The city’s largest open space, Sanjay Gandhi National Park (SGNP), has emerged as a sanctuary of hundreds of butterfly species.
According to a 2015 report in the Mumbai print edition of The Hindustan Times, a study states that SGNP is home to nearly 174 butterfly species, including about 100 rare types. The study added that the United Kingdom has only 60 or so native species. The list of rare butterflies includes the Southern Birdwing, said to be the largest in India, the Red Helen and the Large Guava Blue.
In November 2014, park authorities came out with a pocket booklet, Butterflying in SGNP, that serves as a photographic guide to some of the winged beauties visitors are likely to see. Shardul Bajikar, a naturalist and executive editor of the booklet, said the idea behind the publication was to make visitors aware of the natural history of SGNP. Each entry consists of colourful illustrations, photographs and basic information about the butterfly species including behaviour and flying patterns.
“Identifying butterflies is tough,” Bajikar said, “it’s difficult to identify a creature by looking at its picture in a book because sometimes they fly away, or their wings look different when they’re open as opposed to when they’re closed.”
The booklet is part of SGNP’s move to become more accessible to visitors. Other measures have included introducing a uniform signage system throughout the park and online bookings and up-to-date information on the park website. There’s another booklet planned too, Bajikar said.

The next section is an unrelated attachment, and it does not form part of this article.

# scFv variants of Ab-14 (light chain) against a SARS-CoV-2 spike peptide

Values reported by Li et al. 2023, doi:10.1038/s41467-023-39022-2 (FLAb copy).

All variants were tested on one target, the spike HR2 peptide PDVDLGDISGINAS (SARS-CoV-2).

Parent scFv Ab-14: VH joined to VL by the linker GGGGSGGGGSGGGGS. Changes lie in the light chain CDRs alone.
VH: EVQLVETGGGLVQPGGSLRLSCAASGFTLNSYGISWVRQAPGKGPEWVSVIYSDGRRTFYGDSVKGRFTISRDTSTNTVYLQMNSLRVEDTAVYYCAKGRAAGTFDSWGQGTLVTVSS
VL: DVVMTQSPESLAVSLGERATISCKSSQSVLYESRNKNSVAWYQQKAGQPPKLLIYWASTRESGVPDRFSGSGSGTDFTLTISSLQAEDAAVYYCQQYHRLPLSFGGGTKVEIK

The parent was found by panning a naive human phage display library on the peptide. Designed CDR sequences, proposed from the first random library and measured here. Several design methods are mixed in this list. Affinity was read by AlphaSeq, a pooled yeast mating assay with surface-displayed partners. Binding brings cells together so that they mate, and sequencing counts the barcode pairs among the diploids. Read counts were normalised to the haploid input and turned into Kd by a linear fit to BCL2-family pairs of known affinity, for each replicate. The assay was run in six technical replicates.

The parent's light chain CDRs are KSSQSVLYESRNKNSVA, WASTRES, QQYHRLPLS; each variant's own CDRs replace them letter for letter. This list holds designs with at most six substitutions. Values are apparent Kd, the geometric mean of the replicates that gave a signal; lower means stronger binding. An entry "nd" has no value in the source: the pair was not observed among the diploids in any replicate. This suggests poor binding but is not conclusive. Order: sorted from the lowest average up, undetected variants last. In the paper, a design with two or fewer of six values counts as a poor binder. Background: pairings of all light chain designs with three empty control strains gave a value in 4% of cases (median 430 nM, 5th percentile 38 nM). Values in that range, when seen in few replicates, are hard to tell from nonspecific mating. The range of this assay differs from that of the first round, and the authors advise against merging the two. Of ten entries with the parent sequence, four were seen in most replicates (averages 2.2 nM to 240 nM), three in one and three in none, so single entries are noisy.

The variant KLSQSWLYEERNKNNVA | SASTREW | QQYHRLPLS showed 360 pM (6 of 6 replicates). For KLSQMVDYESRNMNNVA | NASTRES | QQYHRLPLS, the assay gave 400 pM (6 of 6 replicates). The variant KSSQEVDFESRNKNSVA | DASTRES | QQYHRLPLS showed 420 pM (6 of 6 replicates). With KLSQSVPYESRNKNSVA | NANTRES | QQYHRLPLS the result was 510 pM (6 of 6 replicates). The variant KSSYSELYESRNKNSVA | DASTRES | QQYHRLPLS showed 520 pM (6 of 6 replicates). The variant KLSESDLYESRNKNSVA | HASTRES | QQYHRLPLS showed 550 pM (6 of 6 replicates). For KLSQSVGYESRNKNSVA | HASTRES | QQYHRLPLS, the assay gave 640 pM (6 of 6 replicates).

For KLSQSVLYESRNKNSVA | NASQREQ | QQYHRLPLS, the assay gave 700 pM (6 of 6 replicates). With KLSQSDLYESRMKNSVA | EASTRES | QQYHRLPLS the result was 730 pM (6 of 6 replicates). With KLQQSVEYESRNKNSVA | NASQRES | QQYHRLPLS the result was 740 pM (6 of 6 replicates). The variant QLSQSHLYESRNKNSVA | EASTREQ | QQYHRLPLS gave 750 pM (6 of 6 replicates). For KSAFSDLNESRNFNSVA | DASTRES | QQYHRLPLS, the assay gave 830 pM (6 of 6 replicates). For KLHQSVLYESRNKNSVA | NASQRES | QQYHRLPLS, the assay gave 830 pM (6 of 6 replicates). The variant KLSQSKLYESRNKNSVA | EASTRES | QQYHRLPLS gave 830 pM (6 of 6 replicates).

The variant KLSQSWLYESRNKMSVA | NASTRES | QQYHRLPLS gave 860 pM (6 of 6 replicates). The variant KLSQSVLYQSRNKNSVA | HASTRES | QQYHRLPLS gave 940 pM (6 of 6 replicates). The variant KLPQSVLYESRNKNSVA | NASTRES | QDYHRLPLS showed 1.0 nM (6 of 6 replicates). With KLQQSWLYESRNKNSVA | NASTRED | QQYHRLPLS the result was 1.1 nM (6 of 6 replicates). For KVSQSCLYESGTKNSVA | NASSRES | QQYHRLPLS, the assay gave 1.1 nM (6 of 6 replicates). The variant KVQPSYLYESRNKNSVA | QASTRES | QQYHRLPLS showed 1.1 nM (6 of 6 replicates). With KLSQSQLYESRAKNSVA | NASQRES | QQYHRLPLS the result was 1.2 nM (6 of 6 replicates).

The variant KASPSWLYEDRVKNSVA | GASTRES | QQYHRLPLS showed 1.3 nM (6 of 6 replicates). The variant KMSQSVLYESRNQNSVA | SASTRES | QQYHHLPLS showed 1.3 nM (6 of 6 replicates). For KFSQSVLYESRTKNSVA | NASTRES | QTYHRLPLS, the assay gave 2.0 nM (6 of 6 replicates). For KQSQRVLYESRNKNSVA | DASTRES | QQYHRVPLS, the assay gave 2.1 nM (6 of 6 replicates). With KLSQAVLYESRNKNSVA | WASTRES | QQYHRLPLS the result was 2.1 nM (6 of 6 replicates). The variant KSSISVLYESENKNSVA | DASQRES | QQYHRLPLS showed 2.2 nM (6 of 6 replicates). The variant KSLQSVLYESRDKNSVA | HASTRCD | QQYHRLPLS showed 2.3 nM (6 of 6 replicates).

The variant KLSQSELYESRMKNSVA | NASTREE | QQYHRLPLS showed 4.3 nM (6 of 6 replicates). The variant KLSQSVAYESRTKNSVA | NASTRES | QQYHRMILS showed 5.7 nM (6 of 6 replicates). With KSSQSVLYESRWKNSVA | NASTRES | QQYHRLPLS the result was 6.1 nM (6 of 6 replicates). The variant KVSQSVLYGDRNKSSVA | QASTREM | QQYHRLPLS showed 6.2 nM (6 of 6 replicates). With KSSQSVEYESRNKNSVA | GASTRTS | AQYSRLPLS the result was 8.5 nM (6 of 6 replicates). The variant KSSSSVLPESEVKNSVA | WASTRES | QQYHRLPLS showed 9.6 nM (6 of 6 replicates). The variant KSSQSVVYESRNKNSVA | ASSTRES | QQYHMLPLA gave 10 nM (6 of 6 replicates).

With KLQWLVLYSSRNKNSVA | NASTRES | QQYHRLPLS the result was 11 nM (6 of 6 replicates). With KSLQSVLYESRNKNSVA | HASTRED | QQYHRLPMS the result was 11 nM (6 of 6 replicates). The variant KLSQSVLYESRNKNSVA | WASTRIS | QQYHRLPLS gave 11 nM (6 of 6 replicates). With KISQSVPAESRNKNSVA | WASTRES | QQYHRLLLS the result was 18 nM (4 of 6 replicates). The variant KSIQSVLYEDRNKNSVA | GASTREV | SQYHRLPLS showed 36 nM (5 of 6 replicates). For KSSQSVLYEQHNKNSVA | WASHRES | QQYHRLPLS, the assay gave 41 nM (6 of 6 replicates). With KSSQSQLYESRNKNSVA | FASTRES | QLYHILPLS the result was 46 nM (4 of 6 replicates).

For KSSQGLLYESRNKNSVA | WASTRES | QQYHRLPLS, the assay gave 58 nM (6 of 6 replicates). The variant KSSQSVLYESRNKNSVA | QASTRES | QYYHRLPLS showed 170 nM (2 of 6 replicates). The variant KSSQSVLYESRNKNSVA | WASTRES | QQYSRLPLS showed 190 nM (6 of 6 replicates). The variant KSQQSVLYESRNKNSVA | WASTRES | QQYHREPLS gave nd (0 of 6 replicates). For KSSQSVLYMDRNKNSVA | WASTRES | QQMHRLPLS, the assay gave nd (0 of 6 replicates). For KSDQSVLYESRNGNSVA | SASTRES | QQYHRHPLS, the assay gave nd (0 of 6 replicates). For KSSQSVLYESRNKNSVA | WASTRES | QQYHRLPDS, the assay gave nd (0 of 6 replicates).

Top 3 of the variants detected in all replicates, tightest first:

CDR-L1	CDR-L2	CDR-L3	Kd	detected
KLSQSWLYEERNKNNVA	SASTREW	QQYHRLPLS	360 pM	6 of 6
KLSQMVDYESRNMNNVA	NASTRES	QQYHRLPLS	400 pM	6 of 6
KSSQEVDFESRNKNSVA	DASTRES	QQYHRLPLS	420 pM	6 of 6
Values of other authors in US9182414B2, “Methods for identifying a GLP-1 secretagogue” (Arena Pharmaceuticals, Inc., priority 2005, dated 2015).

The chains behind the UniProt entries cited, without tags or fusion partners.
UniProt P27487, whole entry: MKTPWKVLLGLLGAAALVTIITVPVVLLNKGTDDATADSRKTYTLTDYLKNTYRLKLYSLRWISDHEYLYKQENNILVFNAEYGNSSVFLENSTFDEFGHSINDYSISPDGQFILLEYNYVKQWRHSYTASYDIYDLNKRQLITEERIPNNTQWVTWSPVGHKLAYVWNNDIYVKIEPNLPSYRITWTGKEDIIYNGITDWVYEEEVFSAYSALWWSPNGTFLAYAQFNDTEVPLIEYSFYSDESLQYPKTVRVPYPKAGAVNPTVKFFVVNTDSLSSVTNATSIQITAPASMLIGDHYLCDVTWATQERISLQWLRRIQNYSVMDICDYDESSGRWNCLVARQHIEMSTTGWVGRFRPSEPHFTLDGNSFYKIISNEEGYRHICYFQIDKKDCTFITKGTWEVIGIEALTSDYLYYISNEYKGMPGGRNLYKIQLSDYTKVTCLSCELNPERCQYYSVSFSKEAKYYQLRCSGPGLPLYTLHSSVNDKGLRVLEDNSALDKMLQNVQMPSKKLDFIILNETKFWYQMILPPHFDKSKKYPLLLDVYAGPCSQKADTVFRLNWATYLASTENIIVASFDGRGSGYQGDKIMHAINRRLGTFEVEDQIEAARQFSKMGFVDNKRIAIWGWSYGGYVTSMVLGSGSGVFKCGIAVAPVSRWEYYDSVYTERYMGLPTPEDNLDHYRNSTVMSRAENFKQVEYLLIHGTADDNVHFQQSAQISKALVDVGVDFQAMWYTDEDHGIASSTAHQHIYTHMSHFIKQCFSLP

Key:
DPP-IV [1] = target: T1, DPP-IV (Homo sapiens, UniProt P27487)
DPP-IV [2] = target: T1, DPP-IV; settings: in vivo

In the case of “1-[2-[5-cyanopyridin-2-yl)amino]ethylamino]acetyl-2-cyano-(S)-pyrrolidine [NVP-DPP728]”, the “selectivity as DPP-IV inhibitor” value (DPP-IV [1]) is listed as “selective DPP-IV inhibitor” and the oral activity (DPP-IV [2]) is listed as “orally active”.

“It’ll be like a naturalist’s diary of a year in the park, what to expect in the different seasons and the natural history and landscape of the park,” he said. Like the booklet on butterflies, this publication will also be illustration and photo-heavy and is a work in progress.
But published guides and booklets aren’t the only available guides to butterfly-spotting. There are a few apps and websites that can help you out. Beginners can try Butterflies and Bees (for urban species) or I Love Butterflies, both available for Android smartphones. These apps include colour pictures and information on a host of butterflies. For the more serious spotters there is IFoundButterflies.com, a site that compiles data on sightings across India.
is Features Writer on National Geographic Traveller India's web team. She's partial to places by the sea and desserts in all forms. When she isn't raving about food, she's usually rambling on about the latest cosmic mysteries. She tweets as @kamakshi138.
Hey there! Like what you see (or not)? Tell us what you think at firstname.lastname@example.org.